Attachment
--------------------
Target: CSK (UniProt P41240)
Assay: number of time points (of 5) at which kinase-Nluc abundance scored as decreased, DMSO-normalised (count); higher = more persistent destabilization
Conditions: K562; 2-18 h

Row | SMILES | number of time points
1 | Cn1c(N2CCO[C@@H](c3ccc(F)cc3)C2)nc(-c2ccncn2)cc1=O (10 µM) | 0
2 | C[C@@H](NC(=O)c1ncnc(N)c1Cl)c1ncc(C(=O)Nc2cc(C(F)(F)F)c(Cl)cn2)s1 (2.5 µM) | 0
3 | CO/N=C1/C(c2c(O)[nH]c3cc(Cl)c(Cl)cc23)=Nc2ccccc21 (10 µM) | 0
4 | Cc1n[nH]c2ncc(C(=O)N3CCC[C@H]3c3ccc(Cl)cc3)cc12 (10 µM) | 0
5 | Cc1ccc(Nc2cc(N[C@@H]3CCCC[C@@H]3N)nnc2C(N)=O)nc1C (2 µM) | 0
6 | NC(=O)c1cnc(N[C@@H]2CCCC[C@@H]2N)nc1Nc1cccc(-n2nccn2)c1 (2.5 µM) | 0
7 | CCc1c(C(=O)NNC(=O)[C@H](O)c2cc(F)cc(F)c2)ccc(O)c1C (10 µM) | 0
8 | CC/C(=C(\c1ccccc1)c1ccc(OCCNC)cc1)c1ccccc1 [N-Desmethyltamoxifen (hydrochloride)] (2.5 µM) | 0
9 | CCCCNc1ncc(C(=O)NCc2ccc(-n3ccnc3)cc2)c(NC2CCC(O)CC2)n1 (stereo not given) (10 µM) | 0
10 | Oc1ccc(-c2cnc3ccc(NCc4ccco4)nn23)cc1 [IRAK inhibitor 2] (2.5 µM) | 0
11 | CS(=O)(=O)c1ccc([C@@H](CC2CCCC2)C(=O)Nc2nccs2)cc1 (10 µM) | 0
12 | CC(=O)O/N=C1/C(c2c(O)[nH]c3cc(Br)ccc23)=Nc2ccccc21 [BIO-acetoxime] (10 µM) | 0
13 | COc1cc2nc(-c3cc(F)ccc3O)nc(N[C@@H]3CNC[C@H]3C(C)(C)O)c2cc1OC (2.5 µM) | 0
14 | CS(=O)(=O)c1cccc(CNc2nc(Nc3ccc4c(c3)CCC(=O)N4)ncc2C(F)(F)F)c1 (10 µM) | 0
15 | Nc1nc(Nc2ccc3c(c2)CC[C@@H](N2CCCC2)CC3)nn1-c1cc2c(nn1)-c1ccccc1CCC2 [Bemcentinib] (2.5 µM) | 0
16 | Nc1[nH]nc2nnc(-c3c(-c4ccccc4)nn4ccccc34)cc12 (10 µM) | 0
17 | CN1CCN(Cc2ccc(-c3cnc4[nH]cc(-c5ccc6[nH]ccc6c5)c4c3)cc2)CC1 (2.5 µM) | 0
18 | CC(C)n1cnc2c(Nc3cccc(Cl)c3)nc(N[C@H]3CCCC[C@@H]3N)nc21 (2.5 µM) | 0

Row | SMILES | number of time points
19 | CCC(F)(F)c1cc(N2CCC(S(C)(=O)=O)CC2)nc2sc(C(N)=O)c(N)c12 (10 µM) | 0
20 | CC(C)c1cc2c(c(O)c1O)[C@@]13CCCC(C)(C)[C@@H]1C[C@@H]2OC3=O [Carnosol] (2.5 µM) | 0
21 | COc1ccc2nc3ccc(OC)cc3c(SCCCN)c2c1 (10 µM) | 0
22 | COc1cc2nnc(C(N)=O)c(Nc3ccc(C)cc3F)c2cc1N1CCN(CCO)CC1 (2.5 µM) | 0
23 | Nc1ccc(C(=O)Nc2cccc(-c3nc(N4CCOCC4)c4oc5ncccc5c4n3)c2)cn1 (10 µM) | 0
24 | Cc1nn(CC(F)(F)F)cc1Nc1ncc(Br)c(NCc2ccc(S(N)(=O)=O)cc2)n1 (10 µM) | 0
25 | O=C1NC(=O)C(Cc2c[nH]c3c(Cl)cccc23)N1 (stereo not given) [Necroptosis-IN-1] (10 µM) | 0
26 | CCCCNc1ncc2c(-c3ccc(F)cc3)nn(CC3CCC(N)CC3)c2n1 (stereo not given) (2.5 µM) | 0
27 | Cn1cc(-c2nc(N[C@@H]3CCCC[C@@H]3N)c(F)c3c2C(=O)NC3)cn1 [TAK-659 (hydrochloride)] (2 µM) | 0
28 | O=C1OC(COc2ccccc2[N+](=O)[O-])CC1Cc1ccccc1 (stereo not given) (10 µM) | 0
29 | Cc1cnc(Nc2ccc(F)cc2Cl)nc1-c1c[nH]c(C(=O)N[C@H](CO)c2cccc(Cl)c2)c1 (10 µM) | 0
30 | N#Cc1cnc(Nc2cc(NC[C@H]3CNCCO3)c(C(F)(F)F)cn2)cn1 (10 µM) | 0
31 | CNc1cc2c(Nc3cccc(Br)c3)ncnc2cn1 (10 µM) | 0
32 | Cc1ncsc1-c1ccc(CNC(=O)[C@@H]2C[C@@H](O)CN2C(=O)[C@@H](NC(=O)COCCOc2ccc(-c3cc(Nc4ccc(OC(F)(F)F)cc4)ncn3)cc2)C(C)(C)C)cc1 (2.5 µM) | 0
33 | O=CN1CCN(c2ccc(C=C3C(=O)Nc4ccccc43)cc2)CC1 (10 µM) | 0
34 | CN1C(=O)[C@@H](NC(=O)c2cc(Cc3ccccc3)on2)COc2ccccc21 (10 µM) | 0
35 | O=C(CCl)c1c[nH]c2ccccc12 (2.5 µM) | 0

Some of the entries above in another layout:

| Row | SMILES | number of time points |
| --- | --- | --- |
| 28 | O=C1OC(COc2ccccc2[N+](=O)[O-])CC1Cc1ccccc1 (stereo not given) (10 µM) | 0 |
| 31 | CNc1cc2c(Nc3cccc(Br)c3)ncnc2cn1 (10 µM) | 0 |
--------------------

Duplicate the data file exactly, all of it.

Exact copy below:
Target: CSK (UniProt P41240)
Assay: number of time points (of 5) at which kinase-Nluc abundance scored as decreased, DMSO-normalised (count); higher = more persistent destabilization
Conditions: K562; 2-18 h

Row | SMILES | number of time points
1 | Cn1c(N2CCO[C@@H](c3ccc(F)cc3)C2)nc(-c2ccncn2)cc1=O (10 µM) | 0
2 | C[C@@H](NC(=O)c1ncnc(N)c1Cl)c1ncc(C(=O)Nc2cc(C(F)(F)F)c(Cl)cn2)s1 (2.5 µM) | 0
3 | CO/N=C1/C(c2c(O)[nH]c3cc(Cl)c(Cl)cc23)=Nc2ccccc21 (10 µM) | 0
4 | Cc1n[nH]c2ncc(C(=O)N3CCC[C@H]3c3ccc(Cl)cc3)cc12 (10 µM) | 0
5 | Cc1ccc(Nc2cc(N[C@@H]3CCCC[C@@H]3N)nnc2C(N)=O)nc1C (2 µM) | 0
6 | NC(=O)c1cnc(N[C@@H]2CCCC[C@@H]2N)nc1Nc1cccc(-n2nccn2)c1 (2.5 µM) | 0
7 | CCc1c(C(=O)NNC(=O)[C@H](O)c2cc(F)cc(F)c2)ccc(O)c1C (10 µM) | 0
8 | CC/C(=C(\c1ccccc1)c1ccc(OCCNC)cc1)c1ccccc1 [N-Desmethyltamoxifen (hydrochloride)] (2.5 µM) | 0
9 | CCCCNc1ncc(C(=O)NCc2ccc(-n3ccnc3)cc2)c(NC2CCC(O)CC2)n1 (stereo not given) (10 µM) | 0
10 | Oc1ccc(-c2cnc3ccc(NCc4ccco4)nn23)cc1 [IRAK inhibitor 2] (2.5 µM) | 0
11 | CS(=O)(=O)c1ccc([C@@H](CC2CCCC2)C(=O)Nc2nccs2)cc1 (10 µM) | 0
12 | CC(=O)O/N=C1/C(c2c(O)[nH]c3cc(Br)ccc23)=Nc2ccccc21 [BIO-acetoxime] (10 µM) | 0
13 | COc1cc2nc(-c3cc(F)ccc3O)nc(N[C@@H]3CNC[C@H]3C(C)(C)O)c2cc1OC (2.5 µM) | 0
14 | CS(=O)(=O)c1cccc(CNc2nc(Nc3ccc4c(c3)CCC(=O)N4)ncc2C(F)(F)F)c1 (10 µM) | 0
15 | Nc1nc(Nc2ccc3c(c2)CC[C@@H](N2CCCC2)CC3)nn1-c1cc2c(nn1)-c1ccccc1CCC2 [Bemcentinib] (2.5 µM) | 0
16 | Nc1[nH]nc2nnc(-c3c(-c4ccccc4)nn4ccccc34)cc12 (10 µM) | 0
17 | CN1CCN(Cc2ccc(-c3cnc4[nH]cc(-c5ccc6[nH]ccc6c5)c4c3)cc2)CC1 (2.5 µM) | 0
18 | CC(C)n1cnc2c(Nc3cccc(Cl)c3)nc(N[C@H]3CCCC[C@@H]3N)nc21 (2.5 µM) | 0

Row | SMILES | number of time points
19 | CCC(F)(F)c1cc(N2CCC(S(C)(=O)=O)CC2)nc2sc(C(N)=O)c(N)c12 (10 µM) | 0
20 | CC(C)c1cc2c(c(O)c1O)[C@@]13CCCC(C)(C)[C@@H]1C[C@@H]2OC3=O [Carnosol] (2.5 µM) | 0
21 | COc1ccc2nc3ccc(OC)cc3c(SCCCN)c2c1 (10 µM) | 0
22 | COc1cc2nnc(C(N)=O)c(Nc3ccc(C)cc3F)c2cc1N1CCN(CCO)CC1 (2.5 µM) | 0
23 | Nc1ccc(C(=O)Nc2cccc(-c3nc(N4CCOCC4)c4oc5ncccc5c4n3)c2)cn1 (10 µM) | 0
24 | Cc1nn(CC(F)(F)F)cc1Nc1ncc(Br)c(NCc2ccc(S(N)(=O)=O)cc2)n1 (10 µM) | 0
25 | O=C1NC(=O)C(Cc2c[nH]c3c(Cl)cccc23)N1 (stereo not given) [Necroptosis-IN-1] (10 µM) | 0
26 | CCCCNc1ncc2c(-c3ccc(F)cc3)nn(CC3CCC(N)CC3)c2n1 (stereo not given) (2.5 µM) | 0
27 | Cn1cc(-c2nc(N[C@@H]3CCCC[C@@H]3N)c(F)c3c2C(=O)NC3)cn1 [TAK-659 (hydrochloride)] (2 µM) | 0
28 | O=C1OC(COc2ccccc2[N+](=O)[O-])CC1Cc1ccccc1 (stereo not given) (10 µM) | 0
29 | Cc1cnc(Nc2ccc(F)cc2Cl)nc1-c1c[nH]c(C(=O)N[C@H](CO)c2cccc(Cl)c2)c1 (10 µM) | 0
30 | N#Cc1cnc(Nc2cc(NC[C@H]3CNCCO3)c(C(F)(F)F)cn2)cn1 (10 µM) | 0
31 | CNc1cc2c(Nc3cccc(Br)c3)ncnc2cn1 (10 µM) | 0
32 | Cc1ncsc1-c1ccc(CNC(=O)[C@@H]2C[C@@H](O)CN2C(=O)[C@@H](NC(=O)COCCOc2ccc(-c3cc(Nc4ccc(OC(F)(F)F)cc4)ncn3)cc2)C(C)(C)C)cc1 (2.5 µM) | 0
33 | O=CN1CCN(c2ccc(C=C3C(=O)Nc4ccccc43)cc2)CC1 (10 µM) | 0
34 | CN1C(=O)[C@@H](NC(=O)c2cc(Cc3ccccc3)on2)COc2ccccc21 (10 µM) | 0
35 | O=C(CCl)c1c[nH]c2ccccc12 (2.5 µM) | 0

Some of the entries above in another layout:

| Row | SMILES | number of time points |
| --- | --- | --- |
| 28 | O=C1OC(COc2ccccc2[N+](=O)[O-])CC1Cc1ccccc1 (stereo not given) (10 µM) | 0 |
| 31 | CNc1cc2c(Nc3cccc(Br)c3)ncnc2cn1 (10 µM) | 0 |